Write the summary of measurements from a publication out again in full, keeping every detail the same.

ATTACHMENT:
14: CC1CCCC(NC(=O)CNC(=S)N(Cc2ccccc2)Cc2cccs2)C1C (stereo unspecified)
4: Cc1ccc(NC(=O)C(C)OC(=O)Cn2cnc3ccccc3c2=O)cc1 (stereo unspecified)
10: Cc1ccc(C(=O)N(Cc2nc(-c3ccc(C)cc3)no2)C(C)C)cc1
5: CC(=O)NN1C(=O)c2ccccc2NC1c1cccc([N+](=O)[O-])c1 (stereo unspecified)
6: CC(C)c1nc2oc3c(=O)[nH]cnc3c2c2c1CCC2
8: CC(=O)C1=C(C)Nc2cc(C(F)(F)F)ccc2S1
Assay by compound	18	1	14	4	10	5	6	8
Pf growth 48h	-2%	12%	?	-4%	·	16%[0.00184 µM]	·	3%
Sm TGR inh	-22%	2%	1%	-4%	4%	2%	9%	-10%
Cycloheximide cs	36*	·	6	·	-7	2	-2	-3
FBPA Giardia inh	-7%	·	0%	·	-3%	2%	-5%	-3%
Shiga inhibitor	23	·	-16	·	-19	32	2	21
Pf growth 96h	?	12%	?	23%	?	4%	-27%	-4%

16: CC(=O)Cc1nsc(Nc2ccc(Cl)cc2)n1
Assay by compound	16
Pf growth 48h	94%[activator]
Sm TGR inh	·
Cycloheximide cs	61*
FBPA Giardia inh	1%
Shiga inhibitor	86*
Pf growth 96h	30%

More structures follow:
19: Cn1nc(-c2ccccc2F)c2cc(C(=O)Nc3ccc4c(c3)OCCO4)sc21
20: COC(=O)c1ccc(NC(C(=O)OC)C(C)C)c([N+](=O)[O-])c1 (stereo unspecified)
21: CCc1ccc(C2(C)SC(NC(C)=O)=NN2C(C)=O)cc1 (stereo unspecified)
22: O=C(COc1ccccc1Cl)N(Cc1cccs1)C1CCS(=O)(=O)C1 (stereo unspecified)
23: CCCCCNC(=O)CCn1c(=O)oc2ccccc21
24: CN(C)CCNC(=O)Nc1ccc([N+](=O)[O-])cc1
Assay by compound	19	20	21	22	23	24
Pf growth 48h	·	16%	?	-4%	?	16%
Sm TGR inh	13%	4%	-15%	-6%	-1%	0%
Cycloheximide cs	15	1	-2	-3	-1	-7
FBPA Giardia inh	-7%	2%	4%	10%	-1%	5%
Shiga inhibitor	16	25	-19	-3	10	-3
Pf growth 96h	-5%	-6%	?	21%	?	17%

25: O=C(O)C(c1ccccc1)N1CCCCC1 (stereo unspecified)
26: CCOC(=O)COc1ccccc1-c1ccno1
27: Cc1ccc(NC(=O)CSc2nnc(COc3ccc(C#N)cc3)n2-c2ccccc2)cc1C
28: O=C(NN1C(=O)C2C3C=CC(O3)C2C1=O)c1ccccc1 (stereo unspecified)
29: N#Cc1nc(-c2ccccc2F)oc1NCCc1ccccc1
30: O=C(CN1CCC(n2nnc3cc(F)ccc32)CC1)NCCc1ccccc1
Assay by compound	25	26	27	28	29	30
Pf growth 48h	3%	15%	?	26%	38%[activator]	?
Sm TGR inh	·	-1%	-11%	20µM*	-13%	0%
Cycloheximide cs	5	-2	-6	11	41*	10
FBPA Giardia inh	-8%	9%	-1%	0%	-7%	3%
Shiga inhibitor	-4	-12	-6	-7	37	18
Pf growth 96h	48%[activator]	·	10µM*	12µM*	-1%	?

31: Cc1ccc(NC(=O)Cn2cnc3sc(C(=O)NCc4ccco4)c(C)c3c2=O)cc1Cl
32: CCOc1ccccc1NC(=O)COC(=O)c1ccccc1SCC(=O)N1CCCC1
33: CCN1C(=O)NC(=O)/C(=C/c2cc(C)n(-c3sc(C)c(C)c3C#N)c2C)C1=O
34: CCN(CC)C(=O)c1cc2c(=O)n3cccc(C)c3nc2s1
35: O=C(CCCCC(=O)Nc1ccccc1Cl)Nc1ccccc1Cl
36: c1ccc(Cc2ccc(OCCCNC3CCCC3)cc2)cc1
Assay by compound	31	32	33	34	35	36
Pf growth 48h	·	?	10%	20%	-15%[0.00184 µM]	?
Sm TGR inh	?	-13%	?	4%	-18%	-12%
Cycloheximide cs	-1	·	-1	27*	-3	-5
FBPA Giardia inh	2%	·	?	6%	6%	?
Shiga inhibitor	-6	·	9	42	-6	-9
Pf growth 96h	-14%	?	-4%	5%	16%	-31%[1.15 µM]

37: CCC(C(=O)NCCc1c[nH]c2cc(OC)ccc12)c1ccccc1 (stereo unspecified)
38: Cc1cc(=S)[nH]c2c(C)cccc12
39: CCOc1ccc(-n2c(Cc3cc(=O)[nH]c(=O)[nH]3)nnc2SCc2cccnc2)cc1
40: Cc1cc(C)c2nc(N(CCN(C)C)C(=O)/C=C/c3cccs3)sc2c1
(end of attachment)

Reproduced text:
14: CC1CCCC(NC(=O)CNC(=S)N(Cc2ccccc2)Cc2cccs2)C1C (stereo unspecified)
4: Cc1ccc(NC(=O)C(C)OC(=O)Cn2cnc3ccccc3c2=O)cc1 (stereo unspecified)
10: Cc1ccc(C(=O)N(Cc2nc(-c3ccc(C)cc3)no2)C(C)C)cc1
5: CC(=O)NN1C(=O)c2ccccc2NC1c1cccc([N+](=O)[O-])c1 (stereo unspecified)
6: CC(C)c1nc2oc3c(=O)[nH]cnc3c2c2c1CCC2
8: CC(=O)C1=C(C)Nc2cc(C(F)(F)F)ccc2S1
Assay by compound	18	1	14	4	10	5	6	8
Pf growth 48h	-2%	12%	?	-4%	·	16%[0.00184 µM]	·	3%
Sm TGR inh	-22%	2%	1%	-4%	4%	2%	9%	-10%
Cycloheximide cs	36*	·	6	·	-7	2	-2	-3
FBPA Giardia inh	-7%	·	0%	·	-3%	2%	-5%	-3%
Shiga inhibitor	23	·	-16	·	-19	32	2	21
Pf growth 96h	?	12%	?	23%	?	4%	-27%	-4%

16: CC(=O)Cc1nsc(Nc2ccc(Cl)cc2)n1
Assay by compound	16
Pf growth 48h	94%[activator]
Sm TGR inh	·
Cycloheximide cs	61*
FBPA Giardia inh	1%
Shiga inhibitor	86*
Pf growth 96h	30%

More structures follow:
19: Cn1nc(-c2ccccc2F)c2cc(C(=O)Nc3ccc4c(c3)OCCO4)sc21
20: COC(=O)c1ccc(NC(C(=O)OC)C(C)C)c([N+](=O)[O-])c1 (stereo unspecified)
21: CCc1ccc(C2(C)SC(NC(C)=O)=NN2C(C)=O)cc1 (stereo unspecified)
22: O=C(COc1ccccc1Cl)N(Cc1cccs1)C1CCS(=O)(=O)C1 (stereo unspecified)
23: CCCCCNC(=O)CCn1c(=O)oc2ccccc21
24: CN(C)CCNC(=O)Nc1ccc([N+](=O)[O-])cc1
Assay by compound	19	20	21	22	23	24
Pf growth 48h	·	16%	?	-4%	?	16%
Sm TGR inh	13%	4%	-15%	-6%	-1%	0%
Cycloheximide cs	15	1	-2	-3	-1	-7
FBPA Giardia inh	-7%	2%	4%	10%	-1%	5%
Shiga inhibitor	16	25	-19	-3	10	-3
Pf growth 96h	-5%	-6%	?	21%	?	17%

25: O=C(O)C(c1ccccc1)N1CCCCC1 (stereo unspecified)
26: CCOC(=O)COc1ccccc1-c1ccno1
27: Cc1ccc(NC(=O)CSc2nnc(COc3ccc(C#N)cc3)n2-c2ccccc2)cc1C
28: O=C(NN1C(=O)C2C3C=CC(O3)C2C1=O)c1ccccc1 (stereo unspecified)
29: N#Cc1nc(-c2ccccc2F)oc1NCCc1ccccc1
30: O=C(CN1CCC(n2nnc3cc(F)ccc32)CC1)NCCc1ccccc1
Assay by compound	25	26	27	28	29	30
Pf growth 48h	3%	15%	?	26%	38%[activator]	?
Sm TGR inh	·	-1%	-11%	20µM*	-13%	0%
Cycloheximide cs	5	-2	-6	11	41*	10
FBPA Giardia inh	-8%	9%	-1%	0%	-7%	3%
Shiga inhibitor	-4	-12	-6	-7	37	18
Pf growth 96h	48%[activator]	·	10µM*	12µM*	-1%	?

31: Cc1ccc(NC(=O)Cn2cnc3sc(C(=O)NCc4ccco4)c(C)c3c2=O)cc1Cl
32: CCOc1ccccc1NC(=O)COC(=O)c1ccccc1SCC(=O)N1CCCC1
33: CCN1C(=O)NC(=O)/C(=C/c2cc(C)n(-c3sc(C)c(C)c3C#N)c2C)C1=O
34: CCN(CC)C(=O)c1cc2c(=O)n3cccc(C)c3nc2s1
35: O=C(CCCCC(=O)Nc1ccccc1Cl)Nc1ccccc1Cl
36: c1ccc(Cc2ccc(OCCCNC3CCCC3)cc2)cc1
Assay by compound	31	32	33	34	35	36
Pf growth 48h	·	?	10%	20%	-15%[0.00184 µM]	?
Sm TGR inh	?	-13%	?	4%	-18%	-12%
Cycloheximide cs	-1	·	-1	27*	-3	-5
FBPA Giardia inh	2%	·	?	6%	6%	?
Shiga inhibitor	-6	·	9	42	-6	-9
Pf growth 96h	-14%	?	-4%	5%	16%	-31%[1.15 µM]

37: CCC(C(=O)NCCc1c[nH]c2cc(OC)ccc12)c1ccccc1 (stereo unspecified)
38: Cc1cc(=S)[nH]c2c(C)cccc12
39: CCOc1ccc(-n2c(Cc3cc(=O)[nH]c(=O)[nH]3)nnc2SCc2cccnc2)cc1
40: Cc1cc(C)c2nc(N(CCN(C)C)C(=O)/C=C/c3cccs3)sc2c1